- Article by Gillian Serisier
Alec Tzannes and Jonathan Evans are the architects and minds behind the world’s tallest timber commercial building, International House, Barangaroo. inside co-editor Gillian Serisier discusses the thinking and challenges behind this extraordinary achievement with Alec Tzannes.
inside: To start at the beginning: what prompted the use of timber for a seven-storey building?
Alec Tzannes: Timber is one of the very few materials that has the potential to deliver a totally clean source of construction technology – providing, of course, the timber is properly forested, the ground conditions for the forest are maintained, the cutting of the timbers for manufacture is done properly, including no harm to animal life, all of which can be done with well-known and well-established forestry techniques.
So, assuming we’ve got a very well-managed forest, timber then can be totally clean. Timber was proposed for this building because it was of a scale where timber engineering work had demonstrated that it could be used, to meet structural and fire requirements, and mostly because it was a much lower carbon outcome than a conventional concrete frame building.
Does engineered timber answer those needs more readily than regular timber?
First, a cautionary note about the term ‘engineered’ timber. There is a range of timbers that are engineered that do not perform as well, from a sustainability perspective, primarily because
they are saturated with chemicals including formaldehyde and, in my view, are not sustainable.
The timbers we have used are a cross-laminated timber (CLT), which allows solid timbers to be laminated in a cross-ply configuration; they change directions to enhance the strength of the timber.
It is solid spruce, which is a pine from an Austrian forest and grown under proper forestry conditions. Also, it’s a glue laminated timber, which is again using smaller sections of timber to create structural integrity.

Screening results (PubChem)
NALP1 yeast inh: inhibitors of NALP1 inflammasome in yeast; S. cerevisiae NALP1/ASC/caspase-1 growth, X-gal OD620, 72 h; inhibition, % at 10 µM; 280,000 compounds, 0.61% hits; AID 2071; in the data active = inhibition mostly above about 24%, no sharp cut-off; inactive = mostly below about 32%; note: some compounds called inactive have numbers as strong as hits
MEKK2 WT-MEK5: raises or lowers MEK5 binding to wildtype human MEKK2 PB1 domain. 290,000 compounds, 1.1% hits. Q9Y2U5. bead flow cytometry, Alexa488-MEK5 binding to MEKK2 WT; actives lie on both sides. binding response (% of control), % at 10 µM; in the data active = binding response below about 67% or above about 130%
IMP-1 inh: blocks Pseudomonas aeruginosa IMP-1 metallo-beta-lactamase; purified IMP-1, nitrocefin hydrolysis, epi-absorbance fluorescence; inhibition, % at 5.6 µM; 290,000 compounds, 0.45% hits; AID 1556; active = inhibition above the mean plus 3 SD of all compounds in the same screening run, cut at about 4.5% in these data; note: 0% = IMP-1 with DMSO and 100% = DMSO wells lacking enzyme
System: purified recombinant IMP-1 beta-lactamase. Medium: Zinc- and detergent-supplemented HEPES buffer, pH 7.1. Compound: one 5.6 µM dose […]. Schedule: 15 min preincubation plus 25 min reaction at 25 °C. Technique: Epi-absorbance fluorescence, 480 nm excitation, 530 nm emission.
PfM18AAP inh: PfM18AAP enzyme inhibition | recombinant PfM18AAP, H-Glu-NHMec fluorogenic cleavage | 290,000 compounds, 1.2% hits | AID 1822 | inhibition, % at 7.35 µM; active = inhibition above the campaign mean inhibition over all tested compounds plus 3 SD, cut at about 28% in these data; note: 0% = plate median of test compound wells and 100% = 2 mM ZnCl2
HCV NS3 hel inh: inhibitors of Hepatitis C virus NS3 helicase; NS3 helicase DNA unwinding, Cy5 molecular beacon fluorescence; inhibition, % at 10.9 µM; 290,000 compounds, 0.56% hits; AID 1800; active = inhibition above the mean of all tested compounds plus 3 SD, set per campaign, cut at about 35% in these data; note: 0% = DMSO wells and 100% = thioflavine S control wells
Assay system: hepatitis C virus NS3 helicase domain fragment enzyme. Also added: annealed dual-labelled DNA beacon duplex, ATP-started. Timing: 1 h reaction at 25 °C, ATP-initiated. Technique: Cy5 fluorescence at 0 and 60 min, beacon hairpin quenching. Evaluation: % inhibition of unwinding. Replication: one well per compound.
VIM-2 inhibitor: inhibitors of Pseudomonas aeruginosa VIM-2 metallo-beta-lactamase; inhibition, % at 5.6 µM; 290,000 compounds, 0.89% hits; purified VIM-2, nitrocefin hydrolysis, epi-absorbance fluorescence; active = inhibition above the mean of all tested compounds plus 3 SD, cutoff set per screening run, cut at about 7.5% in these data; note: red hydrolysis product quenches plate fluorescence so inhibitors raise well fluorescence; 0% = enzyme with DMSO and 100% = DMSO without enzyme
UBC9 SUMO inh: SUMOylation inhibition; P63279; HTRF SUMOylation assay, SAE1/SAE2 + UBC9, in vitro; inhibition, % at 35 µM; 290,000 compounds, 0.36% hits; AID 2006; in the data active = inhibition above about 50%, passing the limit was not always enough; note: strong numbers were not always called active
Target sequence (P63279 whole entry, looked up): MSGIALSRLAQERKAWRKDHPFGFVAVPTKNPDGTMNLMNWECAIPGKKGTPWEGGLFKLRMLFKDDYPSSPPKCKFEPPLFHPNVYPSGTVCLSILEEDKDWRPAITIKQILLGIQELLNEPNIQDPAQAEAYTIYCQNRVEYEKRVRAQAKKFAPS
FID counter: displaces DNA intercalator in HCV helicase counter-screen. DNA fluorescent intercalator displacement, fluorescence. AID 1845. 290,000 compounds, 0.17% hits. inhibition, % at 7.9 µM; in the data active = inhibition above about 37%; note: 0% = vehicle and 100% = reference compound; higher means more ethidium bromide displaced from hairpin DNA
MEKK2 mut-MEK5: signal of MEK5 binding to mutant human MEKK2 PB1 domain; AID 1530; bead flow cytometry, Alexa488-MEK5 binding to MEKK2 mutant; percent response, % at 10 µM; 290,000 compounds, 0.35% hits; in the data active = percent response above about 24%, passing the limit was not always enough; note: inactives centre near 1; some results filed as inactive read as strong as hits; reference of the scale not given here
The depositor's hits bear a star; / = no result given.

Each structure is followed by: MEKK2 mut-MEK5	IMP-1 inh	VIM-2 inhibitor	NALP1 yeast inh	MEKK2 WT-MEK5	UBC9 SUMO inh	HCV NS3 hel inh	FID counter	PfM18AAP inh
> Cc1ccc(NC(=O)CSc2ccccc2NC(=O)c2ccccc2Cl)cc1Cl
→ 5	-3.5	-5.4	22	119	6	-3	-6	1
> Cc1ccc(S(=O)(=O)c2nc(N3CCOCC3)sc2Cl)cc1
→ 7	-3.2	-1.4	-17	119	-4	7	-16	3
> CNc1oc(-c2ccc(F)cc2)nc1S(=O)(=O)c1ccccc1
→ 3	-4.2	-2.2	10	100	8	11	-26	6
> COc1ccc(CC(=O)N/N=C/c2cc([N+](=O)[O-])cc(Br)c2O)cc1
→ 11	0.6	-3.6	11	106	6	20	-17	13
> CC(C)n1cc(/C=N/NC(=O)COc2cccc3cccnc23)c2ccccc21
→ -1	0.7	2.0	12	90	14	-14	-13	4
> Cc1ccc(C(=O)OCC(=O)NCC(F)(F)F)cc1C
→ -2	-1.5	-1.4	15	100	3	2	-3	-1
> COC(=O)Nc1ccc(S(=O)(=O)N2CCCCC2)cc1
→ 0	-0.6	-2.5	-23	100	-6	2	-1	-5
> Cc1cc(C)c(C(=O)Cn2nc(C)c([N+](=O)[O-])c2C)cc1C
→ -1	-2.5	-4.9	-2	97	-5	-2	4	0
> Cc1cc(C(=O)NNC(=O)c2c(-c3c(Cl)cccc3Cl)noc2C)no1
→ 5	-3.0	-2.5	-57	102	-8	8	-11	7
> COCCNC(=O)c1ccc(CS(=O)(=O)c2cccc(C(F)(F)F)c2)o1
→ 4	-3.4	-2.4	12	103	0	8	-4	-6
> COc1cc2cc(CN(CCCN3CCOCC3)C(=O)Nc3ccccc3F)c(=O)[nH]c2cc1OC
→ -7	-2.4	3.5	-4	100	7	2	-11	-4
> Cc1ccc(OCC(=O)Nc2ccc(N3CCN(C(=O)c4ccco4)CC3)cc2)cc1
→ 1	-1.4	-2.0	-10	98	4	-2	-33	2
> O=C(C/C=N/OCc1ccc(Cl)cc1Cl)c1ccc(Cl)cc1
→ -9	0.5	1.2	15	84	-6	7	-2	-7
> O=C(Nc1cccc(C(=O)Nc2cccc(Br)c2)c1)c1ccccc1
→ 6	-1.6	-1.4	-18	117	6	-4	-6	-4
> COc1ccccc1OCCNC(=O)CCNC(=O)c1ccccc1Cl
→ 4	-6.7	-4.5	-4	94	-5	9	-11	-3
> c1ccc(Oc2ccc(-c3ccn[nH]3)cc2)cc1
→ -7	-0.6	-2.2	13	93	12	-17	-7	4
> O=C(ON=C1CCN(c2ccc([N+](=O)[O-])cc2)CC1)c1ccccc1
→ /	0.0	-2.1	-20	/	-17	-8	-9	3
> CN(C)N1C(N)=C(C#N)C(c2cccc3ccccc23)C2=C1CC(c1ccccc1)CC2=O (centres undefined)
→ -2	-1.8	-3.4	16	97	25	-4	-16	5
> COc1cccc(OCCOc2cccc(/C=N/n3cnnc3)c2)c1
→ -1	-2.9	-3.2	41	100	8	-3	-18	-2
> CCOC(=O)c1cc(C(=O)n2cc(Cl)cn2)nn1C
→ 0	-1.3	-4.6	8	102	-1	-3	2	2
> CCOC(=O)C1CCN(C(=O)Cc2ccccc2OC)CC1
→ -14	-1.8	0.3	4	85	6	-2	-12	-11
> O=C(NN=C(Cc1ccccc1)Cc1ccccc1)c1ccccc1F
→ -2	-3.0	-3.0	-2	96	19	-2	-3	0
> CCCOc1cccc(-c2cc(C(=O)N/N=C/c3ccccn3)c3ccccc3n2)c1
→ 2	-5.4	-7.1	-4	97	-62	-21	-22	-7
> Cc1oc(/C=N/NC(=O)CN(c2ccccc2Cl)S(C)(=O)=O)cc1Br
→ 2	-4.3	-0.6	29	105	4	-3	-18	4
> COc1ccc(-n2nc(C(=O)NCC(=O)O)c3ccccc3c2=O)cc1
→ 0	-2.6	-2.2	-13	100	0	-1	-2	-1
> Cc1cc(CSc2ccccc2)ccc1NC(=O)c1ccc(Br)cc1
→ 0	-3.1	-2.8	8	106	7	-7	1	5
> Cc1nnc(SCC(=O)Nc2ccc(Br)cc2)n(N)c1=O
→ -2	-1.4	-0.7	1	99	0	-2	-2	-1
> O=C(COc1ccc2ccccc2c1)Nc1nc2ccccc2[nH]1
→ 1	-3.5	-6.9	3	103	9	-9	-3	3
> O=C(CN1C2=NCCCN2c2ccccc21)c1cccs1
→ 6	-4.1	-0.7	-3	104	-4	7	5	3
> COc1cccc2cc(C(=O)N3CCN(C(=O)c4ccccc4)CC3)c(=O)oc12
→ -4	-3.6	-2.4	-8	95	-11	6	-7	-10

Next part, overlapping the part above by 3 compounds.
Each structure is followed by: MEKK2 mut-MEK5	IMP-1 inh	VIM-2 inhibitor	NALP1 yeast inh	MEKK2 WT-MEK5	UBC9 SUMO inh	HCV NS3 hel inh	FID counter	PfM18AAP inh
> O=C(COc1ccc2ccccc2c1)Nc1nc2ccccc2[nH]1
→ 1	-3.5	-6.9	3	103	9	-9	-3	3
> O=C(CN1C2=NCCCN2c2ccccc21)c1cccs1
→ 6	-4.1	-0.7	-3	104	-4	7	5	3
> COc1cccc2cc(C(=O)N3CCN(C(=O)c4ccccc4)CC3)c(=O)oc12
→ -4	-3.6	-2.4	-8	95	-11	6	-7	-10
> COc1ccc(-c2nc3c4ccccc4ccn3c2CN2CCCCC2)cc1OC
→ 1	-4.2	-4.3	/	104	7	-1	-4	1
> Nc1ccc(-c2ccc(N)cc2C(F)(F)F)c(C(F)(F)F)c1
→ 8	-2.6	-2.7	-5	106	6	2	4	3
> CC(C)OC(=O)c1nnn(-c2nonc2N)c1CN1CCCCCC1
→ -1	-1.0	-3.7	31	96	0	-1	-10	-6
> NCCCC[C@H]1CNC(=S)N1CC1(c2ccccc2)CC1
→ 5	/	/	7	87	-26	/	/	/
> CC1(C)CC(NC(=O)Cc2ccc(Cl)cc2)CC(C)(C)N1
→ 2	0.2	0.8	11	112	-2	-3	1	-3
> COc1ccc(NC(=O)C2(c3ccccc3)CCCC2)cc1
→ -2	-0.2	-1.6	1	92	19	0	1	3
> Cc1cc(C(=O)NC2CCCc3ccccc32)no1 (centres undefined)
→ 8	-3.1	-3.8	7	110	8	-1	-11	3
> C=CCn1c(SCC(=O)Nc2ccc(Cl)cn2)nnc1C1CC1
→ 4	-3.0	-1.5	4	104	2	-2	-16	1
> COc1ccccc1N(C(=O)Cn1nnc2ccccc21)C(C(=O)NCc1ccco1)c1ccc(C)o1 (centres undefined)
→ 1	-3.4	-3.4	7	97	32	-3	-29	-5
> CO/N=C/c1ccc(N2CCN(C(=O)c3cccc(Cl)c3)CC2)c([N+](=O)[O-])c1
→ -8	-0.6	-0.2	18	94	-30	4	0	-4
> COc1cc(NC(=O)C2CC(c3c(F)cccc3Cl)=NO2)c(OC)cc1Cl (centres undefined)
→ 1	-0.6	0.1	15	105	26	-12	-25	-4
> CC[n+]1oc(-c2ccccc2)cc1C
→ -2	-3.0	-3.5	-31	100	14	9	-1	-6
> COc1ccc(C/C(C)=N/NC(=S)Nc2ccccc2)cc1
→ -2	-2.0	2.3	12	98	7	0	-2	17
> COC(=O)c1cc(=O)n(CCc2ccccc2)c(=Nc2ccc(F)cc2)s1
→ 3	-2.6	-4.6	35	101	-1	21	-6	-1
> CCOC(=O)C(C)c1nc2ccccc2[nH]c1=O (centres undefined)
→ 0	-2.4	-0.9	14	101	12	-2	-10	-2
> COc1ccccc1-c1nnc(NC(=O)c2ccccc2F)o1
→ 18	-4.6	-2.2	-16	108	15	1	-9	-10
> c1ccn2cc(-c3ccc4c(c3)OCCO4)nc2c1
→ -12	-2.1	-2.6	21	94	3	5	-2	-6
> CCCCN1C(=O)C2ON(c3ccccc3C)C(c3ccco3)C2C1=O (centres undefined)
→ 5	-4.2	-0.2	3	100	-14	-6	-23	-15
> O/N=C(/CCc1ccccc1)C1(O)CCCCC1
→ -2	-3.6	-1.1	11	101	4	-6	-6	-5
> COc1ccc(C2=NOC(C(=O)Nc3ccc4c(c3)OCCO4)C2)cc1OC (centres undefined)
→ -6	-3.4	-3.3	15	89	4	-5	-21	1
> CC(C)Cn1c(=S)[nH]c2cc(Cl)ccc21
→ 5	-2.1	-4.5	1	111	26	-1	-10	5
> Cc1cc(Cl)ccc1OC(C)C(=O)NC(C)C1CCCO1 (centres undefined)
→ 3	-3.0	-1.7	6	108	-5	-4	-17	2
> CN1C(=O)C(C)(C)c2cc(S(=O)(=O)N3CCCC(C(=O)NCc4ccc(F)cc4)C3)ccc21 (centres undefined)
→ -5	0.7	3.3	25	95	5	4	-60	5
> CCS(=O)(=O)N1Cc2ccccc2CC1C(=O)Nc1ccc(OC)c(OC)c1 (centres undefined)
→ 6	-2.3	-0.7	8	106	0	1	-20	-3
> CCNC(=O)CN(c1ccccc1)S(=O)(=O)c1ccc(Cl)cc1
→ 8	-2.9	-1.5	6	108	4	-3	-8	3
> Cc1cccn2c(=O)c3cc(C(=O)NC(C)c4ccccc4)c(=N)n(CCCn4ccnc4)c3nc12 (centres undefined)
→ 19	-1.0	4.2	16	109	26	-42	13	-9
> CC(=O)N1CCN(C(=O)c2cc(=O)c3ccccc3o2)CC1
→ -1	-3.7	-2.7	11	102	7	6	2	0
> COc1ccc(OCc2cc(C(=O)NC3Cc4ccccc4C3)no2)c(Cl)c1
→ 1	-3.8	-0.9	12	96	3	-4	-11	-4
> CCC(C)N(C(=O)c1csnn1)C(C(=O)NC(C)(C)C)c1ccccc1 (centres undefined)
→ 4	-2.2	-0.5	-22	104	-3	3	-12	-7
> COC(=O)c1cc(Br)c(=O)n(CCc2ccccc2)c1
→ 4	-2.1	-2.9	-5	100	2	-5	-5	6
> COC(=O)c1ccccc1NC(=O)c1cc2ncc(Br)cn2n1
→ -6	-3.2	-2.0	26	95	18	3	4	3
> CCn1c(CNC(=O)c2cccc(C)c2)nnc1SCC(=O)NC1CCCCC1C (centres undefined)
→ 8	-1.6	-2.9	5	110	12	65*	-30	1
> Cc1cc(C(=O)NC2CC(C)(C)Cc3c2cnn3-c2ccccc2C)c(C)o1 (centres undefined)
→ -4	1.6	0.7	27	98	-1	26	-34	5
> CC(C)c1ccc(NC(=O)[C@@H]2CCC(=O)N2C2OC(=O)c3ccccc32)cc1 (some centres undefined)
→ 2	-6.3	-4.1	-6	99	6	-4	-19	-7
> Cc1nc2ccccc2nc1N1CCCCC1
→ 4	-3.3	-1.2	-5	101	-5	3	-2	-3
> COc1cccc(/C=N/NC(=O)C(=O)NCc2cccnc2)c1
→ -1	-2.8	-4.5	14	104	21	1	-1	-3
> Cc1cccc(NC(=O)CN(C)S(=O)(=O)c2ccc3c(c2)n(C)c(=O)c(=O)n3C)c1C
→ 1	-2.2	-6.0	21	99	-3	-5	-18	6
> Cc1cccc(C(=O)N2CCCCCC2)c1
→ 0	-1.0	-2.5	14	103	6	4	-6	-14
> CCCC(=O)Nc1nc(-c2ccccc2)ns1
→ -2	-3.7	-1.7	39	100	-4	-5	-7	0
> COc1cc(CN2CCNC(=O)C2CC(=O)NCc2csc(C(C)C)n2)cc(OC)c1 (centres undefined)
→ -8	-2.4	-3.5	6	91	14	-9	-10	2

All columns and beams are glue laminated and the core plates are CLT, and all of this timber is used internally with the exception of the exposed soffit of the first floor of the CLT floor. Although, it’s exposed and protected thoroughly, so it’s appropriately used. It’s not timber that can be used externally, and also it’s a timber that has been engineered to achieve a fire rating by understanding the rate at which it burns, and then applying that rate to ensure that an appropriate amount of time is given to evacuate the building before the structural integrity of the timber fails.
Is engineered timber used on the exterior?
The exterior is recycled timber. These were a bridge out of a Queensland location via a recycling place in Kempsey, Australian Architectural Hardwoods. It’s ironbark, which is a remarkable Australian timber that actually doesn’t burn.
Its solid form was used, very importantly, to enhance the articulation of the colonnade of the building, and it’s also used completely and thoroughly, from an engineering point of view, to brace the building as well as carry the vertical load.
The structural bays, which are six-metre centres, are reduced to a single column at the base with diagonal struts and that transfers the load to the ground, but also braces the building. There is no steel used in that timber; the timber is doing all the compression, tension and shear.
This was engineered, without any steel, and that’s a very important point, because it’s what I call ‘proper engineering’. It’s not just engineering from tables, it’s first principles engineering. Then, the other solid timbers we’ve used are on the soffit of the building in a public domain, particularly over Union Walk and also in the foyers.
This is a recycled solid turpentine timber, again a magnificent timber – not quite as strong, not quite as durable, and so not quite as fire resistant, and therefore not carrying the principal loads of the building, but used to line elements of the building and to create the interior appearance.
The interior timber is exposed?
The whole building is conceptually a timber building that has the clearest possible glass around it, where you see through and into the building. I’ve just had the experience of reviewing the interior designs for the people who have leased the entire building and they are very respectful of it and I am very happy with it, because all of the timber will remain on show everywhere.